We had one day of semi-warm weather this week and I took advantage of the weather blip to clean out my chicken house. I hired a new friend, Ben denPichett, to help me. He did the heavy lifting. I helped with the light stuff … and together we completed the onerous task in only three hours. My compost pile has been enormously, nutritiously enriched.
Last Saturday evening, I attended the annual fund-raising banquet in Council Grove of the Flint Hills Chapter of the Quail and Upland Wildlife Federation conservation group.
It wuz a great event. Close to 300 folks packed into a building on the Morris County Fairgrounds to spend a bunch and eat and drink a bunch in a worthwhile cause. It wuz my first attendance of that QUWF chapter’s banquet and I wuz impressed by the abundant and active leadership.
I wuz also impressed at how many teen and pre-teen youngsters were active in the youth chapter and how many children attended. The youngsters even had their own raffle and fund-raising activities.
In addition to raising funds for local and area wildlife conservation efforts, a college scholarship was given to a student local student planning to major in vet medicine at Kansas State University.
I’ve attended dozens of similar wildlife conservation banquets in the past decades and I’ve never come away from one without a good story for my column. This year a group of obvious good friends were seated at an adjoining table. About mid-banquet, I noticed that two of the guys very cautiously attached a paper sign on one of their buddy’s back.
As the “victim” walked away, the rest of his friends chuckled and giggled in obvious glee.
Interested, I got up and followed the victim to see what the back-sign said. It read: “I Love Goats.” The poor fellow walked around for quite awhile with that sign on his back for all to see. But when he discovered it, he took the practical joke in good stride and joined the laugh at himself.
On my way home after the banquet, I recalled a funny incident that happened at one of the first such banquets I attended years ago in southeast Kansas. Out of better judgement, I’ll not name the location.
What happened is this: All evening long the beverages flowed like water and, by the time of the live auction, many in the crowd were feeling no pain. One item on the auction wuz a group of 15 to 20 small-framed original paintings of the heads of various duck species.
For reasons known only to the auctioneer, he decided to auction one print with the understanding that the winning bidder was taking each and every painting in the set for that price. In other words, the winning bid on one print, times the number of prints on the set was the total price.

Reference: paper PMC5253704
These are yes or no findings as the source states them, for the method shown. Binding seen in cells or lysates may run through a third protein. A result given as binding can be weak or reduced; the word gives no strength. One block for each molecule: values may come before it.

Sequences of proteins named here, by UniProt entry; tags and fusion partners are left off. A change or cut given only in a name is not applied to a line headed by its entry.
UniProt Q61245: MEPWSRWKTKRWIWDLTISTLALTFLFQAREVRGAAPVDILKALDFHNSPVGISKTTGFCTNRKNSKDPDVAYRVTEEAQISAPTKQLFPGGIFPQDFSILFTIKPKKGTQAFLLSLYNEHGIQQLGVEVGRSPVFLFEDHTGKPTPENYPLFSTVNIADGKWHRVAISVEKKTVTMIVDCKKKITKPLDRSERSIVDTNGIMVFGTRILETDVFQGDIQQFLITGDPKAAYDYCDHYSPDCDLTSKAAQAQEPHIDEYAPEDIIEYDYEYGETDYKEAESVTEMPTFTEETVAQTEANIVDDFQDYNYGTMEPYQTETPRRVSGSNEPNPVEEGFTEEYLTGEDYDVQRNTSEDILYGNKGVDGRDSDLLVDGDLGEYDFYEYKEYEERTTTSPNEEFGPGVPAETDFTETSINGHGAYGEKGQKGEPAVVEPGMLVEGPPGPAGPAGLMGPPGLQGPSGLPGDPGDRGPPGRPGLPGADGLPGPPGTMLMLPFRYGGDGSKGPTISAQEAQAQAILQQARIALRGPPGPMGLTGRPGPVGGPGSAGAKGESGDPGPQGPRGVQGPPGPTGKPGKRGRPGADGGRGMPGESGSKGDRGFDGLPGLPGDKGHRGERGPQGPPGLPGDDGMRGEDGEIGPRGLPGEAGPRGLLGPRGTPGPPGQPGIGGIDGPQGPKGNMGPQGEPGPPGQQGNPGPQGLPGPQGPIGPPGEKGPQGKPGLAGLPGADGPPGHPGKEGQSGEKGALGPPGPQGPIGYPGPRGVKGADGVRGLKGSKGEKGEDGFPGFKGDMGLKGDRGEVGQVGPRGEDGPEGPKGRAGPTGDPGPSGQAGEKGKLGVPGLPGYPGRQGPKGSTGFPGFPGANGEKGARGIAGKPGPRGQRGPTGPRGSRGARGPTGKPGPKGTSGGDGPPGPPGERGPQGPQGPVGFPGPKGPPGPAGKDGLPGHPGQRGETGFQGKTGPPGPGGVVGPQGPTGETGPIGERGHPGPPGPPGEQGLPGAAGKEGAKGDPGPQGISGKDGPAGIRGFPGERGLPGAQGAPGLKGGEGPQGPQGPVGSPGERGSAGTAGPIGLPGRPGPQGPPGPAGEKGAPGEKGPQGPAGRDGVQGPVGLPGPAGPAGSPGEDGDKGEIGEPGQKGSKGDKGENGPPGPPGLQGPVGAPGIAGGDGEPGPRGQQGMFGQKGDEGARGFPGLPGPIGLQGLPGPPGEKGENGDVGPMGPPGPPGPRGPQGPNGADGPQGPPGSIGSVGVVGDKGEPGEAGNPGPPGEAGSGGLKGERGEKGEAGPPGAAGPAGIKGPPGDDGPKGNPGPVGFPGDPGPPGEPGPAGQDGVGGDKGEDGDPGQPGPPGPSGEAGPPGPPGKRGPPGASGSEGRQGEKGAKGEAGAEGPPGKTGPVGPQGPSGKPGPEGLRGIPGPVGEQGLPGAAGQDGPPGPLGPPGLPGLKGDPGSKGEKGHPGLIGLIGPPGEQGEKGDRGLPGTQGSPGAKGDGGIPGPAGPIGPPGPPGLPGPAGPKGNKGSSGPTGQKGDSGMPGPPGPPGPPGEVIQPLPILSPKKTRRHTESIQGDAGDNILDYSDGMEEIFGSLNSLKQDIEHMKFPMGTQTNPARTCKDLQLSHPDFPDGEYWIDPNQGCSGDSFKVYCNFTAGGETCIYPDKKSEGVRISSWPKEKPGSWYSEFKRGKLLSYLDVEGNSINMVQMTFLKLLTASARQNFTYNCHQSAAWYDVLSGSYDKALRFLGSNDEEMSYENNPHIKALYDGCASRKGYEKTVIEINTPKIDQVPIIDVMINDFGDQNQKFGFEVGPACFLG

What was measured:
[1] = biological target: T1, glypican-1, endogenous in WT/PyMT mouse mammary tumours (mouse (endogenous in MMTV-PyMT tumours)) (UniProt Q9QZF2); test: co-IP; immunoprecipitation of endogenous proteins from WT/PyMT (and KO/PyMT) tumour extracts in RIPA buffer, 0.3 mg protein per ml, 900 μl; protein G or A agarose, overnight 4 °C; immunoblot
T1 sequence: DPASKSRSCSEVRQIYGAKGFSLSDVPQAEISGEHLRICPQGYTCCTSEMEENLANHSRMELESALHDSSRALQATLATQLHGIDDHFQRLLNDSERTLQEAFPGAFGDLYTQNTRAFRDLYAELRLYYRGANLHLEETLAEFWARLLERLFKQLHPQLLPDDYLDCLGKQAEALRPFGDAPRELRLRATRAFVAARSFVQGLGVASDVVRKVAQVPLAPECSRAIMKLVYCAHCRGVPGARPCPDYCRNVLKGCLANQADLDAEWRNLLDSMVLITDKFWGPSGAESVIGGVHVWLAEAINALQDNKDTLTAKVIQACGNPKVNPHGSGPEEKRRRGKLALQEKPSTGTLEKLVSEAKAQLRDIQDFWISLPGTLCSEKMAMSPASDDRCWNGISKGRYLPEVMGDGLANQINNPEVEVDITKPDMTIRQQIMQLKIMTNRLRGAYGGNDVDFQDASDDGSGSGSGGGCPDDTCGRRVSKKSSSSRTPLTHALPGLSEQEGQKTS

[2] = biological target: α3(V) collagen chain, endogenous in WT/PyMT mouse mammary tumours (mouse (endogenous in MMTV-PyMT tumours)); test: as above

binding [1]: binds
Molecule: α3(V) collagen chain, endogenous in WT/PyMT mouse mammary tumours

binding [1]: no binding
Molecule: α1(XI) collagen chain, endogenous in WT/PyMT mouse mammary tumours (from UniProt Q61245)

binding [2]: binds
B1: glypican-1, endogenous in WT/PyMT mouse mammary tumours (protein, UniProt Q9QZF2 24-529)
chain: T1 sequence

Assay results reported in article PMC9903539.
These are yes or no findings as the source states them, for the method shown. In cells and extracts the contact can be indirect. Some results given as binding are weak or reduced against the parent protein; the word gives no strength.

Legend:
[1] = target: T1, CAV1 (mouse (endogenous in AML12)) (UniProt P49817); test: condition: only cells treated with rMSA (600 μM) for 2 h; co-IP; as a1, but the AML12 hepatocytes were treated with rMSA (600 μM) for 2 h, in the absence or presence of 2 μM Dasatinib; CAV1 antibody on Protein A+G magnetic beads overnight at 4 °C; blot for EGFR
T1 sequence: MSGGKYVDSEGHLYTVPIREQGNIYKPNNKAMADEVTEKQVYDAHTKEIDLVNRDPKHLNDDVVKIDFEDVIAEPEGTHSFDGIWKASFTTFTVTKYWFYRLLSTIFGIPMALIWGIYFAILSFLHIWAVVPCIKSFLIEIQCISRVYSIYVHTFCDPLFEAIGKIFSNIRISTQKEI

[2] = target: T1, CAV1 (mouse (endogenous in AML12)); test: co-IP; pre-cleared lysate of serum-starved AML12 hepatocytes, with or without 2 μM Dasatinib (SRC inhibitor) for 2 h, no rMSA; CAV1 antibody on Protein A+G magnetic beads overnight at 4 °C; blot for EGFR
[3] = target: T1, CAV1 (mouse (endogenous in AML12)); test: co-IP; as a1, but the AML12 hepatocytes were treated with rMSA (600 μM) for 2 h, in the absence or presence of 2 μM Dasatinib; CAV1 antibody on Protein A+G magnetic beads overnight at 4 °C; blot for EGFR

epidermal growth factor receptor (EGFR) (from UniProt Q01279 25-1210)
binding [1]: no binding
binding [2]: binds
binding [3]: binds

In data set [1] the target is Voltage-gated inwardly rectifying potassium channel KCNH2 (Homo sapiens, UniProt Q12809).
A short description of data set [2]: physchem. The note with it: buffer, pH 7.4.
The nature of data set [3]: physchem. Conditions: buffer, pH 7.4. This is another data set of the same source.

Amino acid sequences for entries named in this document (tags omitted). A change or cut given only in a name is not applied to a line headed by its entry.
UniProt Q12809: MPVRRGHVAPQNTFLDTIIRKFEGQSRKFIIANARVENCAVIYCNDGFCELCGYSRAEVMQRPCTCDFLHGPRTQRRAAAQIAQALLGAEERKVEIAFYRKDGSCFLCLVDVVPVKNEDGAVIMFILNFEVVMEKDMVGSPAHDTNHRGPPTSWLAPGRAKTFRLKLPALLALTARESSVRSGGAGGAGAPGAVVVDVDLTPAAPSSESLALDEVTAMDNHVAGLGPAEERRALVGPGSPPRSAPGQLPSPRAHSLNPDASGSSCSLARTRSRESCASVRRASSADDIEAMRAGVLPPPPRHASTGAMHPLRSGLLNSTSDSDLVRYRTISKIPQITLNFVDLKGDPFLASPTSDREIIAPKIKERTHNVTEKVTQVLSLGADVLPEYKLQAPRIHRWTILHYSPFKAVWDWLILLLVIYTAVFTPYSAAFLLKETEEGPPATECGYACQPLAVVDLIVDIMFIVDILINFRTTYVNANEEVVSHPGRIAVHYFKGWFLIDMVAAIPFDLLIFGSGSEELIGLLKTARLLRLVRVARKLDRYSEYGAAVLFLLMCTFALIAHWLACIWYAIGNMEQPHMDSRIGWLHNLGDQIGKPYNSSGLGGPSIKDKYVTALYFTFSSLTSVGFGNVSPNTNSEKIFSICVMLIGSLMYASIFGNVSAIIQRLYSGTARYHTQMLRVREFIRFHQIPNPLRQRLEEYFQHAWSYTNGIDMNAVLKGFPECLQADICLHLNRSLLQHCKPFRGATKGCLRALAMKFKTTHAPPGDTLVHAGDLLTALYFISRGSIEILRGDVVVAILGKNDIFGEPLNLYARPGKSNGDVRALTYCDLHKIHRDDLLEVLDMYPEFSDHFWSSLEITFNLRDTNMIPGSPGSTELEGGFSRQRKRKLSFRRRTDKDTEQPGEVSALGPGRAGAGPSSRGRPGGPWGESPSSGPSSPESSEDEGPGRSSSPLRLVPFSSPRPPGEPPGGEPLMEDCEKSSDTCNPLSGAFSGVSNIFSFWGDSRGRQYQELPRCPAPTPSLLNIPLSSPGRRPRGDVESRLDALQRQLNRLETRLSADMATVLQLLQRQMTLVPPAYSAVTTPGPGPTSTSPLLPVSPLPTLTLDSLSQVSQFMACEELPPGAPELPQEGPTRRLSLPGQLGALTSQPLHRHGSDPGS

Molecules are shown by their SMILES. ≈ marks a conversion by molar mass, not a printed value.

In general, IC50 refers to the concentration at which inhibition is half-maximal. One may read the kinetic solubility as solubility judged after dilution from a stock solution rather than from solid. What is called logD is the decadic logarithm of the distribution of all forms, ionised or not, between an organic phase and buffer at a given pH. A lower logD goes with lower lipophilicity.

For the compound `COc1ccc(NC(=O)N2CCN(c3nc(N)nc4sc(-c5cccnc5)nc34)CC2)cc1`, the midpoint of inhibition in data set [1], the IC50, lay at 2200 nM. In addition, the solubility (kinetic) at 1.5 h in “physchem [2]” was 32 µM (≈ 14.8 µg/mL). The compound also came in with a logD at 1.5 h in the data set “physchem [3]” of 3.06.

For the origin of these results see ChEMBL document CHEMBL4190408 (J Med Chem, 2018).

Although the auctioneer explained the process well, one enthusiastic bidder (probably a duck hunter) pushed the bid up over $50 and won the auction. But when the auctioneer did the math and announced that the total for the set wuz just south of $1,000, the winning bidder looked astonished and explained that he thought he wuz buying the entire set for the low amount.
Well, before the auctioneer could sort the mess out, the winning bidder’s wife, or perhaps girlfriend, solved the problem. She grabbed her man by the lobe of his right ear, twisted and marched him right out the front door and out of the banquet.
After the stunned laughter died down, the auctioneer had no choice but to restart the bidding. As I recall, the enthusiasm had vanished from the bidding and the set of duck prints sold cheap — real cheap.
Playing the cattle futures market is risky bizness as many an old-time cattleman can attest.
But, each generation brings along a new set of cattle folks who believe they have the moxey to outsmart the markets. I heard about one such case when the market went south when the “moxey-man” risked it all on the market going north.
And, as you’ve probably guessed, he lost everything.
After the debacle, the poor guy faced the fact that at least half of his friends had deserted him and acted like they hardly knew him.
Ah, you ask — but what about the other half of his friends? Well, I’m guessing they just haven’t found out about his financial meltdown yet.
Overheard in the local cafe. Two guys, a farmer and a rancher, were in a mild discussion about the relative merits of dogs and horses as man’s best friend. The rancher persisted that the horse is equal to the dog as man’s best friend.
But, the farmer won the argument when he responded, “When wuz the last time your horse jumped into your lap in your truck and gave you a slobbery kiss.”
For my words of wisdom this week, I turn to financial analyst Kenneth J. Gerbino, He said, “If you don’t trust the logic of gold, why do you trust the logic of taking a beautiful pine tree, worth about $4,000 – $5,000, cutting it up, turning it into pulp and then paper, putting some ink on it and then calling it one billion dollars?”
Hum-m-m. Which would you rather have? Have a good un.